Noticed that little island in the middle of Wellington Harbour? Not sure whether it’s worth a visit? Didn’t even know you could go there?
Well Matiu/Somes Island Scientific and Historic Reserve is open to the public 364 days of the year. Now with the Matiu/Somes Interactive Tour you can check it out before you go!
Before I joined the Department of Conservation I wasn’t sure what the deal was with Matiu/Somes Island. One person told me there were heaps of lizards and a lighthouse – not much else. But then I didn’t have the benefit of the interactive tour to get a taste of what’s really there.
I know I’m the Wellington community relations ranger, and I don’t use this word lightly, but Matiu is an AWESOME place with a lot more to see than just lizards and a lighthouse! You can see for yourself by following the link and having a virtual wander around to glimpse some of the things that make it such an important place for helping to conserve some of our endangered species, habitats and historic heritage.
The team at Beek developed the Matiu/Somes Virtual Tour using 360° panoramic views to maximise the interactive experience, allowing you to ‘stop’ at the click of a button and look all around at some of the views and features, explore information panels and discover some ‘hidden’ attractions, including Wellington’s iconic little blue penguin and the gentle giant weta – one of the world’s heaviest insects.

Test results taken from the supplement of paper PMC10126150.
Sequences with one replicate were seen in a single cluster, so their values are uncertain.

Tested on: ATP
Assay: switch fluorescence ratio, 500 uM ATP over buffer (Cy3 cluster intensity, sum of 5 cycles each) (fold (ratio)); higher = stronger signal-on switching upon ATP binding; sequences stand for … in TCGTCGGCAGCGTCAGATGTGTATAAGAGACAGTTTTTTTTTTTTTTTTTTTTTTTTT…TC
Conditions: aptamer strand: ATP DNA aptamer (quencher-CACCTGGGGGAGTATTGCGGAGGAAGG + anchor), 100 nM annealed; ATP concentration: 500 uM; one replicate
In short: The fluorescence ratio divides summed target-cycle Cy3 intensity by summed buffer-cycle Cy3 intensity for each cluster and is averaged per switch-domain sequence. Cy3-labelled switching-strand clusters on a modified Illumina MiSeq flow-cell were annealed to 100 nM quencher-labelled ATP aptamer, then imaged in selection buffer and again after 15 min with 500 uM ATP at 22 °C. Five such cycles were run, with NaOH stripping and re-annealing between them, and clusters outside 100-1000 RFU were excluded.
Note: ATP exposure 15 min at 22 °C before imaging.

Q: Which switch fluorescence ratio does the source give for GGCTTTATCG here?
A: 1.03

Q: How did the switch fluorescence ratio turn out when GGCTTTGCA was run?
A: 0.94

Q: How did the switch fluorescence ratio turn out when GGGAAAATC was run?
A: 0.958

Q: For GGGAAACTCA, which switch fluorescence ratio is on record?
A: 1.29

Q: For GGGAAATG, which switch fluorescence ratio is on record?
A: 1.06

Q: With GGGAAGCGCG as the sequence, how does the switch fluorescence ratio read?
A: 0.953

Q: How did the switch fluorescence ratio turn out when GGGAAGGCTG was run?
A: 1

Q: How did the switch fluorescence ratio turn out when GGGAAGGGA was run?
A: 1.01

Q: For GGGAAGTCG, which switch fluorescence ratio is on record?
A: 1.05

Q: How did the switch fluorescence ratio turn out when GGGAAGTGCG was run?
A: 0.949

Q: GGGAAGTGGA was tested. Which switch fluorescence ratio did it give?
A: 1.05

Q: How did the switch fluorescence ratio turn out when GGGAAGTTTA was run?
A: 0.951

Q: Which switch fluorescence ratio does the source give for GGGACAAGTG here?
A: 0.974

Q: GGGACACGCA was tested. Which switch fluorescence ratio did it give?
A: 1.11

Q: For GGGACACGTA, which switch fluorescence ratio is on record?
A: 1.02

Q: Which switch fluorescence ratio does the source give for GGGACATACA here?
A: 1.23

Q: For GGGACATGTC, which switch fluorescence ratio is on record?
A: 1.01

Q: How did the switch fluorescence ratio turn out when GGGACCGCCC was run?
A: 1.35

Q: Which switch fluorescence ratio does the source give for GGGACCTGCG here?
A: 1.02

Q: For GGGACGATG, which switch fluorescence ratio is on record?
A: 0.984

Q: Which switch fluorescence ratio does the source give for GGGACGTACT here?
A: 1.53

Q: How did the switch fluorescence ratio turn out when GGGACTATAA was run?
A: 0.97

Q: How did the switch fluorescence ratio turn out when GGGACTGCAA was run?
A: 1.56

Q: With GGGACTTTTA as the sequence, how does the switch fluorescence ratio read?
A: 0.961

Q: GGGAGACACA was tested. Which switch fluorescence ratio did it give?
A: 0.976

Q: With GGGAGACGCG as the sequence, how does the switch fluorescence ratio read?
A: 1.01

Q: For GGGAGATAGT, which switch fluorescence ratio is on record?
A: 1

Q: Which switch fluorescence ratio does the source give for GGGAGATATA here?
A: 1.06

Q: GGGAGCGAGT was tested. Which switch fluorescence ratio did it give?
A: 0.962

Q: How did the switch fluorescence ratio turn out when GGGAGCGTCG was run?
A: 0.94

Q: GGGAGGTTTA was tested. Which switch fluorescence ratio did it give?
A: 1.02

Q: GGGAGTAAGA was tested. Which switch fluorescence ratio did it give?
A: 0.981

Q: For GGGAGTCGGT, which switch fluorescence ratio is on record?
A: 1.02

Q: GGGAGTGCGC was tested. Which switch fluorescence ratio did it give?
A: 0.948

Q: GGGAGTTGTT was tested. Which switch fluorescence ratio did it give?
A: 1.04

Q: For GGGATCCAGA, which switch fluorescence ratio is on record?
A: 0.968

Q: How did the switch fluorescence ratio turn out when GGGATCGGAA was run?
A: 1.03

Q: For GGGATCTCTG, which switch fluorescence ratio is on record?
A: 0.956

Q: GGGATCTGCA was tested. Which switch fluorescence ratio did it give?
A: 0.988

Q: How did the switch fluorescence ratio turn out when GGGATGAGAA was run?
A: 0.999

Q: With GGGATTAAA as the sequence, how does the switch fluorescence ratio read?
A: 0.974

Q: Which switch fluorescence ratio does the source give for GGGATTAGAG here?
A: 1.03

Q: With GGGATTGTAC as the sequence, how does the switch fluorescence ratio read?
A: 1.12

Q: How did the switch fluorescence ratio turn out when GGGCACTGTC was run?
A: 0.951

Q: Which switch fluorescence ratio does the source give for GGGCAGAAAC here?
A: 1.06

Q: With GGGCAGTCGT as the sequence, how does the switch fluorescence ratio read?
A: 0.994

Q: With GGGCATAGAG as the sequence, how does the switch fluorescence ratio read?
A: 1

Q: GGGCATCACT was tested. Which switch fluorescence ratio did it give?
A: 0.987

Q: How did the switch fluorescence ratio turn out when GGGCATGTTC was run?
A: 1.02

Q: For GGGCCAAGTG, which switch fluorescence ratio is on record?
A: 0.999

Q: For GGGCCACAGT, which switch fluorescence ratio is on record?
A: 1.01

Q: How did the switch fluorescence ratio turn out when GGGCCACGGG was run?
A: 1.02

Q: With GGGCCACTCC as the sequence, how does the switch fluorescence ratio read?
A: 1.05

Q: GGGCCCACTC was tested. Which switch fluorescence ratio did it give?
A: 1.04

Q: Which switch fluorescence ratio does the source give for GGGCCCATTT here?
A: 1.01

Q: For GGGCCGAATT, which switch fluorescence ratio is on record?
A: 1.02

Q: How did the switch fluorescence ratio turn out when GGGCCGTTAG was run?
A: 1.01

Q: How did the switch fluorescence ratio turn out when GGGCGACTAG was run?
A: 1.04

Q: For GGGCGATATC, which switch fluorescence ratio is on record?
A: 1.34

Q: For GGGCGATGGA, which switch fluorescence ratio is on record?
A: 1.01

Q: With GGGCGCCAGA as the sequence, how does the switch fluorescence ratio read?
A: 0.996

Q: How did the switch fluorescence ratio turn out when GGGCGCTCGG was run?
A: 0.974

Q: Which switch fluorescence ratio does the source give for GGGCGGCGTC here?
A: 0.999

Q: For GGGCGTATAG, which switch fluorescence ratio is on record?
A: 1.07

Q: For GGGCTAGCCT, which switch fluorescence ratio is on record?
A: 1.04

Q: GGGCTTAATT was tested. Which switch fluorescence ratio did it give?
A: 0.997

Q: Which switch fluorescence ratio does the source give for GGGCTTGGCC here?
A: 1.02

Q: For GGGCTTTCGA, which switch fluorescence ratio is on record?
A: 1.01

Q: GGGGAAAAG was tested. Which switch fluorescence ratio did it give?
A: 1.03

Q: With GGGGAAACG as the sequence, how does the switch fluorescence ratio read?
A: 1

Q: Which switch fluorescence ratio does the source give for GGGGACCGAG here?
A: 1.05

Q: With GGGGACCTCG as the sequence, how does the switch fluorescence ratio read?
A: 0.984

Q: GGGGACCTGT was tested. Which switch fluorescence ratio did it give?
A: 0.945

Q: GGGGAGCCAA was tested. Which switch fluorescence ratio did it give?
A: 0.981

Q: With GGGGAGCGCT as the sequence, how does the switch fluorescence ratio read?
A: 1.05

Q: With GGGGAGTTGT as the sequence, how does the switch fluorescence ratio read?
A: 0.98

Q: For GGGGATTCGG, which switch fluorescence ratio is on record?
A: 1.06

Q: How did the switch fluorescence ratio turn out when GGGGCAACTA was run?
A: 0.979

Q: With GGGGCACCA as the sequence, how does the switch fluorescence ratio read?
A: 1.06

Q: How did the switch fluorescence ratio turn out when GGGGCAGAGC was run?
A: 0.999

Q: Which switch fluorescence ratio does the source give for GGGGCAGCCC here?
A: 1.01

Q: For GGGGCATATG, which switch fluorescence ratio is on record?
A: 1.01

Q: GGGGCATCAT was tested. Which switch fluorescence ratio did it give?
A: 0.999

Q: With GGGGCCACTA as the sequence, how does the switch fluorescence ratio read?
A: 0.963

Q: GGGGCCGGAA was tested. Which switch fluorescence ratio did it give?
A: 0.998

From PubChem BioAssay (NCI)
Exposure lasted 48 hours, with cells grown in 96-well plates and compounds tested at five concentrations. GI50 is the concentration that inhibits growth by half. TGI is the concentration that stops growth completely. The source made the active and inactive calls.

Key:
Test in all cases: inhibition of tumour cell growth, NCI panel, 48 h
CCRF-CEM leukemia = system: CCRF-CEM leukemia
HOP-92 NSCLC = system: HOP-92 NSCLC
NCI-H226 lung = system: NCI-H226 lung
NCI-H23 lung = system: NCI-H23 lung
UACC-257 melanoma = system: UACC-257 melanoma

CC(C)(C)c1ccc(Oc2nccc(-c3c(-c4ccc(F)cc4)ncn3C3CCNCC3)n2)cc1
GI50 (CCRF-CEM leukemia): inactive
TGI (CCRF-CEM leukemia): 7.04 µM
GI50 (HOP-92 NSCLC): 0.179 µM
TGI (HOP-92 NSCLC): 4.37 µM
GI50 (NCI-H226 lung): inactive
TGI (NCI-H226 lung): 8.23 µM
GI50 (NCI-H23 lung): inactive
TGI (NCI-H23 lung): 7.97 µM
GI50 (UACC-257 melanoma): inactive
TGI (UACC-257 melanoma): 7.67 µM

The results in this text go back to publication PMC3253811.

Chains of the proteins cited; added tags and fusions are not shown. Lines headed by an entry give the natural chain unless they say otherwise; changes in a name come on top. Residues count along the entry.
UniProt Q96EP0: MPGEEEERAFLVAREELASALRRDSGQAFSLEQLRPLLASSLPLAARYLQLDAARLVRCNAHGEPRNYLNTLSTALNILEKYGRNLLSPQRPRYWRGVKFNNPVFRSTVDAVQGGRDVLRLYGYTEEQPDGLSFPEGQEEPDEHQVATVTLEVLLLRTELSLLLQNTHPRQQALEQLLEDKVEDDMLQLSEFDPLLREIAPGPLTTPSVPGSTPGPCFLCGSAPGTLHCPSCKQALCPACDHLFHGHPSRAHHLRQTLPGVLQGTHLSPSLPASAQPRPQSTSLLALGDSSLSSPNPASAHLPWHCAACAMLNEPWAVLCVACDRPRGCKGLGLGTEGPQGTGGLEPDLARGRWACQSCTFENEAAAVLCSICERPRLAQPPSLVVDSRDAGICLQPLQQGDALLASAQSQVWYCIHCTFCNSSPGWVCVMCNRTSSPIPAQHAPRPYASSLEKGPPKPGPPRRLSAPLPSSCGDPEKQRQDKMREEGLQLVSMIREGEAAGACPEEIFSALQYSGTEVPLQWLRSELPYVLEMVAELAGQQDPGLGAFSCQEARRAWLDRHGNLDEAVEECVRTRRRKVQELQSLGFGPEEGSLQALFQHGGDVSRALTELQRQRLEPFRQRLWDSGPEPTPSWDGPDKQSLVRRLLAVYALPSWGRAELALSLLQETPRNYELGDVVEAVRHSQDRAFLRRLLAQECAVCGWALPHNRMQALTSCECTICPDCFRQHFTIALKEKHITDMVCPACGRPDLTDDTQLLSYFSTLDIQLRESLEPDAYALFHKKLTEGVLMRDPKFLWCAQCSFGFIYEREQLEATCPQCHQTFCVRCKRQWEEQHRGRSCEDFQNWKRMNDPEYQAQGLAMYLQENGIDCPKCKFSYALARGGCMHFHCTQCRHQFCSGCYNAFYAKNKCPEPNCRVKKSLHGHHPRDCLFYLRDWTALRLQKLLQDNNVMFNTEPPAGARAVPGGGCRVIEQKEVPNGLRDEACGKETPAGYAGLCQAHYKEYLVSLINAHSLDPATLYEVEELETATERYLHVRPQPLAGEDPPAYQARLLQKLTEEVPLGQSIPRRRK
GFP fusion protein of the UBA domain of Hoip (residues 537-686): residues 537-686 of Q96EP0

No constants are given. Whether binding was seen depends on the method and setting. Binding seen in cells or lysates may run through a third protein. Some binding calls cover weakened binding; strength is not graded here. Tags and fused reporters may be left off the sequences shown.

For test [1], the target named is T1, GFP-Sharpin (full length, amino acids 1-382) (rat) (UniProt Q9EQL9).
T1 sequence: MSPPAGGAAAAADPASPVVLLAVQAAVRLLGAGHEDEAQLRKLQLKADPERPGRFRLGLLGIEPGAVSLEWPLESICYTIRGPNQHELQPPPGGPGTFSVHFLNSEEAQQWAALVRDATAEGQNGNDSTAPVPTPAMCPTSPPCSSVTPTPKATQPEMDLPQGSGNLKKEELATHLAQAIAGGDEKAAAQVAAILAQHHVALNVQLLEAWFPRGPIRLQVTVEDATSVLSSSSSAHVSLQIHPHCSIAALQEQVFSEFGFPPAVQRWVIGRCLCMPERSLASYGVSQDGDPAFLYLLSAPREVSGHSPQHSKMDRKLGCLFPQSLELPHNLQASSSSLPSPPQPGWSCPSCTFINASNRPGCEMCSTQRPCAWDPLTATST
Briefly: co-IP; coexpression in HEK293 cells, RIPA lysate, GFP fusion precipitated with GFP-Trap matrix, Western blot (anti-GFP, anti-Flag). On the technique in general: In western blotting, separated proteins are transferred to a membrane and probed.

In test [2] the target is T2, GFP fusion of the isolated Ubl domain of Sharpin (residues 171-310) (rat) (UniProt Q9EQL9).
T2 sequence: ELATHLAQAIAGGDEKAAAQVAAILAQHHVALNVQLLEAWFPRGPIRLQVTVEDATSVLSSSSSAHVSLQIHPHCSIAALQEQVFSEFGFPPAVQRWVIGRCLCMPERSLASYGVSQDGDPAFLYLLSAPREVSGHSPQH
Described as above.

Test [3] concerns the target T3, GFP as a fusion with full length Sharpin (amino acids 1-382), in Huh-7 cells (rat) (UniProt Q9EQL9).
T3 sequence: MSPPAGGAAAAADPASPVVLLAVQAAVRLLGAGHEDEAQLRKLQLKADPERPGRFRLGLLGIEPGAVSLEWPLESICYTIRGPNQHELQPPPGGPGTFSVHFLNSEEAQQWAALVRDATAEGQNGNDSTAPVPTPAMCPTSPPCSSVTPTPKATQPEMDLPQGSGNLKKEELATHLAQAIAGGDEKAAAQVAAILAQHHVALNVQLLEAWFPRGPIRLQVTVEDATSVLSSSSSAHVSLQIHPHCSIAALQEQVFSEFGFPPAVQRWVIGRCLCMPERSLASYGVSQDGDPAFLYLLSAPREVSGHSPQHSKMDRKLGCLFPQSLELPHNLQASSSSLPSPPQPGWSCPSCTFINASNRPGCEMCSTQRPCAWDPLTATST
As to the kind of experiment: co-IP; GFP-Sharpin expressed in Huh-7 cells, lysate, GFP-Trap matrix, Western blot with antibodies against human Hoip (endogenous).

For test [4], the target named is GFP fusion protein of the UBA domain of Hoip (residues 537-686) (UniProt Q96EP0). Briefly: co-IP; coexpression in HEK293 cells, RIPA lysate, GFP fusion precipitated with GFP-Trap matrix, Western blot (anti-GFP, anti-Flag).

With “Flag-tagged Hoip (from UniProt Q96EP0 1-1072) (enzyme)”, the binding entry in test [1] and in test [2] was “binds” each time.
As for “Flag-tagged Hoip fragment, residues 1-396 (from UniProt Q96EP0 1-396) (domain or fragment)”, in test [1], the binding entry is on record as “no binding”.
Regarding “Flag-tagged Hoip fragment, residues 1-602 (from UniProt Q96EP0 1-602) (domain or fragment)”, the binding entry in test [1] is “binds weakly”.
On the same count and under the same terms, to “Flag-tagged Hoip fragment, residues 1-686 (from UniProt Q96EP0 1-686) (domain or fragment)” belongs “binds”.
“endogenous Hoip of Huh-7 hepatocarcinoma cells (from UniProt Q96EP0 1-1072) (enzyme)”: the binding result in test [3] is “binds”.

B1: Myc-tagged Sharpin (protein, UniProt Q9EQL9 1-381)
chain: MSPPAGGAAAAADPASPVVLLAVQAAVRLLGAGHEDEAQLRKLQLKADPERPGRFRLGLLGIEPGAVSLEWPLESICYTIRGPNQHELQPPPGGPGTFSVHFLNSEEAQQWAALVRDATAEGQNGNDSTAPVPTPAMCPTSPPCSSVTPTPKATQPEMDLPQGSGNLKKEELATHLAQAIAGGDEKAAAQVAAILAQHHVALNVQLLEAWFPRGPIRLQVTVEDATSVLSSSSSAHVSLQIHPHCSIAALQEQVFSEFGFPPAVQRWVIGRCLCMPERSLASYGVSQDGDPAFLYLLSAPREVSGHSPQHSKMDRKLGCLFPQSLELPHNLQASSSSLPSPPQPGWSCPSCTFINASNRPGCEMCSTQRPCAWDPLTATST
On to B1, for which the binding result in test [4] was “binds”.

You can even enter some of the buildings to explore and get a real sense of some of the island’s history. See if you can spot the World War II anti-aircraft gun…
Now if you’re a bit of a natural cynic like me you might be thinking why do I need to bother going to the island if I can see it all from the (relative) comfort of my own chair? Well, for a start you don’t get to take the Dominion Post Ferry ride (look out for feeding penguins on the way) or meet the friendly island rangers – who are always happy to answer questions and spin you a yarn or two about island life.
You can also stay the night on the island in one of two houses available to rent or at the campsite, dotted with majestic cabbage trees with a stunning view down the gully towards the southern part of the harbour. Another thing you can’t do online is take a nightwalk where you’re almost guaranteed to see penguins and if you’re lucky and very quiet a tuatara or two – the only surviving reptile of an order that roamed the earth 200 million years ago. Tuatara are also regularly seen in the daytime, along with a host of other animals including seven species of skink and gecko and many people’s favourite – the chattering red-crowned parakeet (kakariki).
Tempted to take a trip over?
For more information check out Matiu/Somes Island on the DOC website.